Discoloration on the Skin Prevention
Prevention of a skin lesion includes:
- Avoid exposure to chemicals.
- Wear clothing that blocks the sun's rays.
- Use sunscreen if you are out in the sun for more than 30 minutes.
- Use a sunscreen that protects against UVA.
- Stay out of the sun between 10 AM and 4 PM, when the sun's rays are strongest.
- Perform regular skin self-examinations:
- Skin areas that are often exposed to the sun are at highest risk for skin cancer.
- See your doctor for changes in color, size, or overall appearance of skin lesions.
- See your doctor for new or unusual skin lesions.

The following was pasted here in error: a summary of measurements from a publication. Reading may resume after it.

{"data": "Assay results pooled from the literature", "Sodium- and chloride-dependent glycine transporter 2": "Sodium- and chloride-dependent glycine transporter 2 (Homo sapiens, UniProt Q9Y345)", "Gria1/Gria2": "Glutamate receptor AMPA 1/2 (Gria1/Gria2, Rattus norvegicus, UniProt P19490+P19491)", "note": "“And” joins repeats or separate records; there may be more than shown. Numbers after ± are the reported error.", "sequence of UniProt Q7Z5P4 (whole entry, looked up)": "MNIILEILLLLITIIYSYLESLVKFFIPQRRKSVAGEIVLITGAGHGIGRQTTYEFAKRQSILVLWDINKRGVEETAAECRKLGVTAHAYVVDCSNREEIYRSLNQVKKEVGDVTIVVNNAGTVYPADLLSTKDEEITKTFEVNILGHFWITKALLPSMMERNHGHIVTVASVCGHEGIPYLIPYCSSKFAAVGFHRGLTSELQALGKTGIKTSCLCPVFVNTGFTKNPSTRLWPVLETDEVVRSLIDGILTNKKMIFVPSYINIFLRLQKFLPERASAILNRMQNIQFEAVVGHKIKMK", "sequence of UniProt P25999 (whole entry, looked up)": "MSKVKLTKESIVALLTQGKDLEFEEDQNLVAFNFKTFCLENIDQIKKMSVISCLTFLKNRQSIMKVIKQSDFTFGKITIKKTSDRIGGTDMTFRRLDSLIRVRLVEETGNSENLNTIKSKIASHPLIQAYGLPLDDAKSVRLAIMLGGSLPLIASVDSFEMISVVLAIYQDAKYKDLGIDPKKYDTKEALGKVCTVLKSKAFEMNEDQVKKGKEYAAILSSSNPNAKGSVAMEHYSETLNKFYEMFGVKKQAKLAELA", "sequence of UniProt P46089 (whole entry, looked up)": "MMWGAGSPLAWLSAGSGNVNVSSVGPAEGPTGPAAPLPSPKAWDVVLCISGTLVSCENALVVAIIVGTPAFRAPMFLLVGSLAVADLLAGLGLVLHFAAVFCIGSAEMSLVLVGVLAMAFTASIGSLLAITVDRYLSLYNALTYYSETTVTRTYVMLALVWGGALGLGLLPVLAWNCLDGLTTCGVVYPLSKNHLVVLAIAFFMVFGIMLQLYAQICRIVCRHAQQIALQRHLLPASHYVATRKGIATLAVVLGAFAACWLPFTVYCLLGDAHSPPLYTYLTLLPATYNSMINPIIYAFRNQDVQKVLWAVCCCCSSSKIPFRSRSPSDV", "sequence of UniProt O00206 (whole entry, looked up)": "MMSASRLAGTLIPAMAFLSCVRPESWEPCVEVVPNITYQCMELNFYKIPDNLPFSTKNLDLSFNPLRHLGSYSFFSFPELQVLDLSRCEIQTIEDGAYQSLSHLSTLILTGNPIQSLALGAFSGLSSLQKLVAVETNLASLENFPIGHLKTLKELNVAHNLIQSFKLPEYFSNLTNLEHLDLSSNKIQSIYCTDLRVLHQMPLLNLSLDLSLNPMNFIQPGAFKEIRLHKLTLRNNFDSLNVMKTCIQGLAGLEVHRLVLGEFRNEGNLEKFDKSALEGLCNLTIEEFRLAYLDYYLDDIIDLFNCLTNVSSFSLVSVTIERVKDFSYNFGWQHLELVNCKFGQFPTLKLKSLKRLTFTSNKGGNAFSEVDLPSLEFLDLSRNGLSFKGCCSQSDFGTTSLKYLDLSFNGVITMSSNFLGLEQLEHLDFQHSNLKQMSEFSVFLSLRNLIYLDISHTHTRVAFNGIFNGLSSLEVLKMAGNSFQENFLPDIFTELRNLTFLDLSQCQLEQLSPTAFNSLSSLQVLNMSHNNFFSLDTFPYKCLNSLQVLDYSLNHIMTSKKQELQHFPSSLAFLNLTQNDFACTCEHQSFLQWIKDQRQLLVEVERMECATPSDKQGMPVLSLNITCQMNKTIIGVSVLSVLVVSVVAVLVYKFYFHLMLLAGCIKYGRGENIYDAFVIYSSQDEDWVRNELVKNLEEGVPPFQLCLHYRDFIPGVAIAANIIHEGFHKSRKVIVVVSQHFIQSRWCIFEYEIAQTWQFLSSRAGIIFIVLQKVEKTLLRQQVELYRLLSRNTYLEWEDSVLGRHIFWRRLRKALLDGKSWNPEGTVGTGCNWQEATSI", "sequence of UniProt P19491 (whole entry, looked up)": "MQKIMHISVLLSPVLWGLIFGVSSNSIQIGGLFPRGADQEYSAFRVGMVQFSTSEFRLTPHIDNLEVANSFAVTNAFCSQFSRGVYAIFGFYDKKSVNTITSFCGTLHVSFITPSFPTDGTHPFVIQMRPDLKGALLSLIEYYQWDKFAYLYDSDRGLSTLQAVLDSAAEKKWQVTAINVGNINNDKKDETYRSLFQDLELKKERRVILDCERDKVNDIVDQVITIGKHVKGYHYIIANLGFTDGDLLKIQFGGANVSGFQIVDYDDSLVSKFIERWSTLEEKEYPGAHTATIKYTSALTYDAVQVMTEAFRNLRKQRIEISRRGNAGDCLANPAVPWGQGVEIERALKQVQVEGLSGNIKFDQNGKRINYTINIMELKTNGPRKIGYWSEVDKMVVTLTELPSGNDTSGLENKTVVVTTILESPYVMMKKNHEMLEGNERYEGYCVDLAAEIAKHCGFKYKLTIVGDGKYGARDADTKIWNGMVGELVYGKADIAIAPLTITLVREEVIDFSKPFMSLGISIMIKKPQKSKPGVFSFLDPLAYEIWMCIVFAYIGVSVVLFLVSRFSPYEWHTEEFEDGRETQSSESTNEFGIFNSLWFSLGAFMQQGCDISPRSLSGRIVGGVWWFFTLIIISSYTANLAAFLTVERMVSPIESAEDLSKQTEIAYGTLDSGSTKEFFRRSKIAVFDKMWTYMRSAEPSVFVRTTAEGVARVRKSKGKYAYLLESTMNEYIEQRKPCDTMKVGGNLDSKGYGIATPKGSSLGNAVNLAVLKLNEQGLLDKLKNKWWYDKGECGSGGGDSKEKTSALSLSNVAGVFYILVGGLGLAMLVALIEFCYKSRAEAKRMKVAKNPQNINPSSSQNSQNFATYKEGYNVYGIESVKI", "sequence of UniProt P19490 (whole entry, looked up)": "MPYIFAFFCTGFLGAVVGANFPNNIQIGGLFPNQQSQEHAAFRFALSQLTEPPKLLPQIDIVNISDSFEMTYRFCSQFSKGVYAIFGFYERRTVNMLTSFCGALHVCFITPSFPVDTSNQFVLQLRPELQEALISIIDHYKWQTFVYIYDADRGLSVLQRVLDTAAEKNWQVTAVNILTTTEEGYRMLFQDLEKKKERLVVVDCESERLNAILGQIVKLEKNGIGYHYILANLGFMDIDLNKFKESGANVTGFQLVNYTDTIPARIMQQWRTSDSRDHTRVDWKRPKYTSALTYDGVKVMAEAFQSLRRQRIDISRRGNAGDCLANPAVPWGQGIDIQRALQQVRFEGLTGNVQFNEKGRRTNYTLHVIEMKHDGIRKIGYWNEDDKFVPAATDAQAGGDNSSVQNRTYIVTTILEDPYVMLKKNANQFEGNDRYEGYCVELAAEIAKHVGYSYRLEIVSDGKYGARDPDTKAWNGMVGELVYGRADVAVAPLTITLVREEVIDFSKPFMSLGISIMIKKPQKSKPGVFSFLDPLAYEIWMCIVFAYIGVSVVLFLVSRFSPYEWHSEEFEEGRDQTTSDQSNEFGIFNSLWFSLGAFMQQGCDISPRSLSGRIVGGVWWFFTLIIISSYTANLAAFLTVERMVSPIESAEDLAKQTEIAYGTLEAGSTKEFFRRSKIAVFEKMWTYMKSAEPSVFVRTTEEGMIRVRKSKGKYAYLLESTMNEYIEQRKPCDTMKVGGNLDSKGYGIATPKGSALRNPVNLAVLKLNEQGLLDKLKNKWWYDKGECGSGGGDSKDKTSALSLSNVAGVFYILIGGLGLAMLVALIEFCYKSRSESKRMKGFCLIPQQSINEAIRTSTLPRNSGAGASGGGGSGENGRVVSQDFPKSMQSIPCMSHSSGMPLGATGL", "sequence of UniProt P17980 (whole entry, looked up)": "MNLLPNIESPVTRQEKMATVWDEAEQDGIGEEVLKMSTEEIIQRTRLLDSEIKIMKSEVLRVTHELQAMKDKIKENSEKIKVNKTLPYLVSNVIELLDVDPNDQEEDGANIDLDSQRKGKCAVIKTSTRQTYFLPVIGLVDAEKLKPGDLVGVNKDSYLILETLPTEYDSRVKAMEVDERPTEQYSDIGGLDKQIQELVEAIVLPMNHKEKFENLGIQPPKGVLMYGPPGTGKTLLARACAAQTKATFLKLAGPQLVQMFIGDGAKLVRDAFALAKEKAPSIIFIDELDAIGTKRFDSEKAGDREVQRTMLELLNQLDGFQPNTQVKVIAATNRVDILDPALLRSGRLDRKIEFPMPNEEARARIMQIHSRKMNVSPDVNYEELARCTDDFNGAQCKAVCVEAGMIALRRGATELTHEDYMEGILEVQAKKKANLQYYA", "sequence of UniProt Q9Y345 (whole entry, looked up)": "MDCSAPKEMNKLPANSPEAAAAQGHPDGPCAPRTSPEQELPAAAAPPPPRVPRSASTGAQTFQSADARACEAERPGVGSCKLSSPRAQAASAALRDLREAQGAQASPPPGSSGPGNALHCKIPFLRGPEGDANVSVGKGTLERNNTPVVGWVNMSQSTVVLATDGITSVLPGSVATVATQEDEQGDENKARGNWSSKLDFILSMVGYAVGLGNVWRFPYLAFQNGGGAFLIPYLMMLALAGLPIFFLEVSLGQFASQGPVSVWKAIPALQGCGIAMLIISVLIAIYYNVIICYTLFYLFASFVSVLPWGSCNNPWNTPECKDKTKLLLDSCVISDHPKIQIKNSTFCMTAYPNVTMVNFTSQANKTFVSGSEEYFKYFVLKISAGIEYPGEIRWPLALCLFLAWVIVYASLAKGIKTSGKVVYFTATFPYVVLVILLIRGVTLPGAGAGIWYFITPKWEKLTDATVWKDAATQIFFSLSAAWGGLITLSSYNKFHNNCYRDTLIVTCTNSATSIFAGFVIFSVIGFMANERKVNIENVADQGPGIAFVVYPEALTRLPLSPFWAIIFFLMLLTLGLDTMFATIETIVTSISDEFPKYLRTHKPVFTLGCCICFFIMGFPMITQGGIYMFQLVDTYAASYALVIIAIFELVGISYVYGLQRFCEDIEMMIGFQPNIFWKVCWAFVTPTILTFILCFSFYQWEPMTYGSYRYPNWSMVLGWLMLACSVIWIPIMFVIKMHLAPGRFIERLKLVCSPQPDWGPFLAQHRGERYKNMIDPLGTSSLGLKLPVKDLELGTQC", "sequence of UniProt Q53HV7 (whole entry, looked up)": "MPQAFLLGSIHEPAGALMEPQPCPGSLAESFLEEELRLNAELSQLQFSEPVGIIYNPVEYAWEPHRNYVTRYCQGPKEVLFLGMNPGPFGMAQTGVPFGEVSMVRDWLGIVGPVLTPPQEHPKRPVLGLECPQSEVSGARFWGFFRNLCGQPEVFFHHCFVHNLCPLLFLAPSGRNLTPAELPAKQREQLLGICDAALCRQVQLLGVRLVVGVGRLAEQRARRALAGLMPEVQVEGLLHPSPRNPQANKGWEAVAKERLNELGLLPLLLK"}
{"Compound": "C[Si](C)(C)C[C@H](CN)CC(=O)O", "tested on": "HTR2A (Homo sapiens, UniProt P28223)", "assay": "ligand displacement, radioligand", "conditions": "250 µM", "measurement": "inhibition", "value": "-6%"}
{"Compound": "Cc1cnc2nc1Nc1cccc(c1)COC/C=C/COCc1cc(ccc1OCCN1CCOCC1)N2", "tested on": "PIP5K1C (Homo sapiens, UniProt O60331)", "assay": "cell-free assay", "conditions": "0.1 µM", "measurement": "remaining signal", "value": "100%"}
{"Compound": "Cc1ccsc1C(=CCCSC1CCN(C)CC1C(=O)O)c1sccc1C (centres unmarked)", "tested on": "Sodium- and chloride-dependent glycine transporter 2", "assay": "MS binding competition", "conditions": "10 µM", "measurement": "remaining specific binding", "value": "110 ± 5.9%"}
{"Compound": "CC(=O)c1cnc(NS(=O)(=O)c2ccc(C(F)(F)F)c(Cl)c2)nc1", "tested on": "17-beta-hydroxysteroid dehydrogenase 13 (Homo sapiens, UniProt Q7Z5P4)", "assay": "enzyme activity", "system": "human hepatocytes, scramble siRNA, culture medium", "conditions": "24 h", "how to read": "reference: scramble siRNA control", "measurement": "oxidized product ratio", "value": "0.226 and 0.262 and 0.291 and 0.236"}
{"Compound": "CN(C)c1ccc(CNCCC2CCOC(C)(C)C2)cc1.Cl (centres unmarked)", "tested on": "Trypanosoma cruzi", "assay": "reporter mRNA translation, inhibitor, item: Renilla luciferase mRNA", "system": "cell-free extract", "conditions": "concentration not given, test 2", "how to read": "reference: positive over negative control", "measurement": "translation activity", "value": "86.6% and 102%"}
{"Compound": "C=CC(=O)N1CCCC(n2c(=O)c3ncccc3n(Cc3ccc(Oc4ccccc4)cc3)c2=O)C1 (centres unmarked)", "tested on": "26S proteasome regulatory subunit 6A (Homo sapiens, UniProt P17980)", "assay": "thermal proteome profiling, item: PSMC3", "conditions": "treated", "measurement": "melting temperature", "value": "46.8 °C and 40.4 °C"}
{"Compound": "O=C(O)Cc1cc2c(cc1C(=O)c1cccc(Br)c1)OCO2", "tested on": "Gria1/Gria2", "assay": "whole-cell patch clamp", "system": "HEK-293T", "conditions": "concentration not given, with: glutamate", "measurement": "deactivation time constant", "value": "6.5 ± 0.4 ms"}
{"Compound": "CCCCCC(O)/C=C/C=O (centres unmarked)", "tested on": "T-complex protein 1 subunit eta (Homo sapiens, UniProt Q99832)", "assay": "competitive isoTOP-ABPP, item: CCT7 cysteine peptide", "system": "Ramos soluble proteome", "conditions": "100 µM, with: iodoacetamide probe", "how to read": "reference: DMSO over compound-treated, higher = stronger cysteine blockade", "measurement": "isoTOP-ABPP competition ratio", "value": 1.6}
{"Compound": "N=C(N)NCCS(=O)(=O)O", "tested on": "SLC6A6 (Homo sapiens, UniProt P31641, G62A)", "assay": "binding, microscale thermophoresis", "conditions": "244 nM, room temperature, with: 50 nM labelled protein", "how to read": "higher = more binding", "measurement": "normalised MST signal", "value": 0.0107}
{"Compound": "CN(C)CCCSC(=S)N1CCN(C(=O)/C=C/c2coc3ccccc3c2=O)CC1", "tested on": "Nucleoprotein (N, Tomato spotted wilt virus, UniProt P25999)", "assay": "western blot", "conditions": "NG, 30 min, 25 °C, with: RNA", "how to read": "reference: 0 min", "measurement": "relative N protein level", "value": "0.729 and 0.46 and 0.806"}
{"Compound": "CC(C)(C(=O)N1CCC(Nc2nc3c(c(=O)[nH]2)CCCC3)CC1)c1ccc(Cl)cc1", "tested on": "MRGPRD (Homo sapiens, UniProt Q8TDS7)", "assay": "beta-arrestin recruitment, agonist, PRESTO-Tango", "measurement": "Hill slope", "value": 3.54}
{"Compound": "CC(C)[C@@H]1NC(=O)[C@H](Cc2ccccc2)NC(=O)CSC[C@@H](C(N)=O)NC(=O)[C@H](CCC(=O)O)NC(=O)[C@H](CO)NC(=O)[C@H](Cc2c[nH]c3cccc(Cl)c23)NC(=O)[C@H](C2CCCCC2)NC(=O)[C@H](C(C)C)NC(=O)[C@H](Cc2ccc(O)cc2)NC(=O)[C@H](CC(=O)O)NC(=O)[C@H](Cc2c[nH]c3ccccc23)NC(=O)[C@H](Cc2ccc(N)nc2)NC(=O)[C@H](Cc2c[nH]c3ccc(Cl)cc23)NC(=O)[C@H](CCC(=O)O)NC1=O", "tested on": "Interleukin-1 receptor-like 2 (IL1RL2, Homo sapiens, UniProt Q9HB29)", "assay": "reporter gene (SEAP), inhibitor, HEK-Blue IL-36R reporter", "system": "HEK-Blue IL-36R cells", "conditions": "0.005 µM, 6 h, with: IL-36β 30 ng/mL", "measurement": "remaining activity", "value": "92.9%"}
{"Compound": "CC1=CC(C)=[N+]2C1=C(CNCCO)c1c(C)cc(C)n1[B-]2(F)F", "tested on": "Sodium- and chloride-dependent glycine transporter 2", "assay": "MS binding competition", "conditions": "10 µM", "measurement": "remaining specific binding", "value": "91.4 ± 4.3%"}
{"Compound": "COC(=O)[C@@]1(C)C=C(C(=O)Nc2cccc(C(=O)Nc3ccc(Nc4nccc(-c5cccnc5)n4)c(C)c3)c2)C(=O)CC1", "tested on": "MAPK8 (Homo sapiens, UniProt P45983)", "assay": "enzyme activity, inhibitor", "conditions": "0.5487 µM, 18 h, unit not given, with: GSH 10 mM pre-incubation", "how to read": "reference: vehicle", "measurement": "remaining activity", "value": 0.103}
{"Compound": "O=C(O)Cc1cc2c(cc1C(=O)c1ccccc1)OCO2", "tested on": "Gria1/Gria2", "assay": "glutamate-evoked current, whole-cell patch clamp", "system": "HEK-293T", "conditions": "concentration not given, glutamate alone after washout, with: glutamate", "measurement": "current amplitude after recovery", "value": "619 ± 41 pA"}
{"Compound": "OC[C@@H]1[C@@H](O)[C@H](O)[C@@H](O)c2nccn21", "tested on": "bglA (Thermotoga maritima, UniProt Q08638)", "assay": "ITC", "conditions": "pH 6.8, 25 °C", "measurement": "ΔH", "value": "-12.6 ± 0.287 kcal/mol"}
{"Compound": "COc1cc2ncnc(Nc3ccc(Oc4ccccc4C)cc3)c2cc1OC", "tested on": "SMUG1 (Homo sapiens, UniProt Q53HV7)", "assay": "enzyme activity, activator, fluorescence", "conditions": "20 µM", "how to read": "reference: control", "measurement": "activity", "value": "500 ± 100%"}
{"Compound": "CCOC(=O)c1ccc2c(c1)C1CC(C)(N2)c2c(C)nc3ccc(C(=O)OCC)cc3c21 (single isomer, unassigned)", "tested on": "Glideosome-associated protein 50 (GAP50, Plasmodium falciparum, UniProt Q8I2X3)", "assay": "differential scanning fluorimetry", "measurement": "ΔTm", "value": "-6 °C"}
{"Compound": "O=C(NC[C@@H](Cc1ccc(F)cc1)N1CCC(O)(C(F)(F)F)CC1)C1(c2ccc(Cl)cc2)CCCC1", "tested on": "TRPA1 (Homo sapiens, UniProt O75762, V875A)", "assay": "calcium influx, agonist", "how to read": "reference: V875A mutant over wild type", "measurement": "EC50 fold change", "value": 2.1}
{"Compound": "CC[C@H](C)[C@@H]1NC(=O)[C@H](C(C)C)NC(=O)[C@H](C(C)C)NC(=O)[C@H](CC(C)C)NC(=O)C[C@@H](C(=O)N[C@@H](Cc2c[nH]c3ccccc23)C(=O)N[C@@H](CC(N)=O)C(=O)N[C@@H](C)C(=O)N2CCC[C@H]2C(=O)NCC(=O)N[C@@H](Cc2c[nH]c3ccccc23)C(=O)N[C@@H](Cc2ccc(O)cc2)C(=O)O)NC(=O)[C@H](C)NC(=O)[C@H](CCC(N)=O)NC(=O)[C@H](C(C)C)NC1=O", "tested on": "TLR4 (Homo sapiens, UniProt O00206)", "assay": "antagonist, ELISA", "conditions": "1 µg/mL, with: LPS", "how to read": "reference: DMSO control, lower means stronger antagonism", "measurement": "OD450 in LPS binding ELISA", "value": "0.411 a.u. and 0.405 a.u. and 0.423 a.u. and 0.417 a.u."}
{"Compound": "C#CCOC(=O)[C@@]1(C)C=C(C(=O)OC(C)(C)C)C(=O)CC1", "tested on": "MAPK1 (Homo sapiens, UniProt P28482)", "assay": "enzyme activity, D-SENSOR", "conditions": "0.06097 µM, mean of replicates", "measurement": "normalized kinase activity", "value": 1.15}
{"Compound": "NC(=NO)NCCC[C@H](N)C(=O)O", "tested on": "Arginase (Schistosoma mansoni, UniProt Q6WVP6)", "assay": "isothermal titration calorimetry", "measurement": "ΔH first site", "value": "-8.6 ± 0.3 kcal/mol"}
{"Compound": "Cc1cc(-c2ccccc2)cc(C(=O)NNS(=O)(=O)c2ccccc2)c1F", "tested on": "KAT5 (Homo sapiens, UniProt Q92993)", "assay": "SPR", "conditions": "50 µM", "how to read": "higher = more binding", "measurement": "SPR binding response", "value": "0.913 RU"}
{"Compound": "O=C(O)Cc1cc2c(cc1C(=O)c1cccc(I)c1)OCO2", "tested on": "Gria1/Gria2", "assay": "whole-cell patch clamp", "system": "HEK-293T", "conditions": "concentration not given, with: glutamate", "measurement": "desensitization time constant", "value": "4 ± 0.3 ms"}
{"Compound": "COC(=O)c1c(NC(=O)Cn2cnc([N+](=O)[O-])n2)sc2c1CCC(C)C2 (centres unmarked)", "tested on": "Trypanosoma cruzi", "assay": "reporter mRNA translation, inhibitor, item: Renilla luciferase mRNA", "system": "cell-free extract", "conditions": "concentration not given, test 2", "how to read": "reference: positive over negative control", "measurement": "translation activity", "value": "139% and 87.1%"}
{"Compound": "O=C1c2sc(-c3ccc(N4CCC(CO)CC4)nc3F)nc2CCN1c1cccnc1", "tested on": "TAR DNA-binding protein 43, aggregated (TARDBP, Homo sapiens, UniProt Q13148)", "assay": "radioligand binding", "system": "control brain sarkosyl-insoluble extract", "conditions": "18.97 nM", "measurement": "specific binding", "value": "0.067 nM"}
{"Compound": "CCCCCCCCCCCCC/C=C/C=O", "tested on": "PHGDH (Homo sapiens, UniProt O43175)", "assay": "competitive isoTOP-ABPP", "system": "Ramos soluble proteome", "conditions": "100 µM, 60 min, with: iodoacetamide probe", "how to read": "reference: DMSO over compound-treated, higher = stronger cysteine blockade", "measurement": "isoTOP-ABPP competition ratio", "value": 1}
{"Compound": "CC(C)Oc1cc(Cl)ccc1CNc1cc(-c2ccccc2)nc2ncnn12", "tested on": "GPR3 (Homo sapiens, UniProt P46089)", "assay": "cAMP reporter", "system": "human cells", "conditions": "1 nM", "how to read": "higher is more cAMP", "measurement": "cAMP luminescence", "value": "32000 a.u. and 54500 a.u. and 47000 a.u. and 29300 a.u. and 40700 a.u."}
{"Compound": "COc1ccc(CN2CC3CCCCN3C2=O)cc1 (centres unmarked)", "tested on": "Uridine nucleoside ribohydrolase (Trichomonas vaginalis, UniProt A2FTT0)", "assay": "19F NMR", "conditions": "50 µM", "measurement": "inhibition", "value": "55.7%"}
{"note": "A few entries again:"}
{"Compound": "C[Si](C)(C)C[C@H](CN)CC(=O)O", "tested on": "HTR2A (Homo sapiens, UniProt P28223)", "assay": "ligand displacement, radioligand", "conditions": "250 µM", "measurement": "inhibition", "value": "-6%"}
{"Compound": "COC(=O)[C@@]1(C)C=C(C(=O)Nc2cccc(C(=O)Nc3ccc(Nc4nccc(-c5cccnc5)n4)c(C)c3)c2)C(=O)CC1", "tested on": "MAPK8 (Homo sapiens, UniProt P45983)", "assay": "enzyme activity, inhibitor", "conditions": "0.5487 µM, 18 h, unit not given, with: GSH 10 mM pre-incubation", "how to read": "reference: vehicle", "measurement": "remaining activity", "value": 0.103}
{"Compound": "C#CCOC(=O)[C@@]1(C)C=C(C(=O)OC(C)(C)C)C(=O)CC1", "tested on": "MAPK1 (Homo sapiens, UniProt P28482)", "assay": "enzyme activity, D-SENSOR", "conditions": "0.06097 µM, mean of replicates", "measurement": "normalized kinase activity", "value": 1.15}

- Learn the American Cancer Society's ABCD rules for skin lesions:
- A: asymmetry: one-half of the mole does not match the other half.
- B: border irregularity: the edges of the mole are ragged or notched.
- C: color: the color of the mole is not the same all over. There may be shades of tan, brown, or black, and sometimes patches of red, blue, or white.
- D: diameter: the mole is wider than about 1/4 inch
Continue to Discoloration on the Skin Underlying Cause
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- Liu HN, Perry HO. Identifying a common--and benign--geriatric skin lesion. Geriatrics. 1986 Jul;41(7):71-3, 76. 
- Marks VJ. Actinic keratosis. A premalignant skin lesion. Otolaryngol Clin North Am. 1993 Feb;26(1):23-35. 
- Ollstein RN. Skin lesions in the elderly: precancer and cancer. Care Manag J. 2004 Summer;5(2):107-11.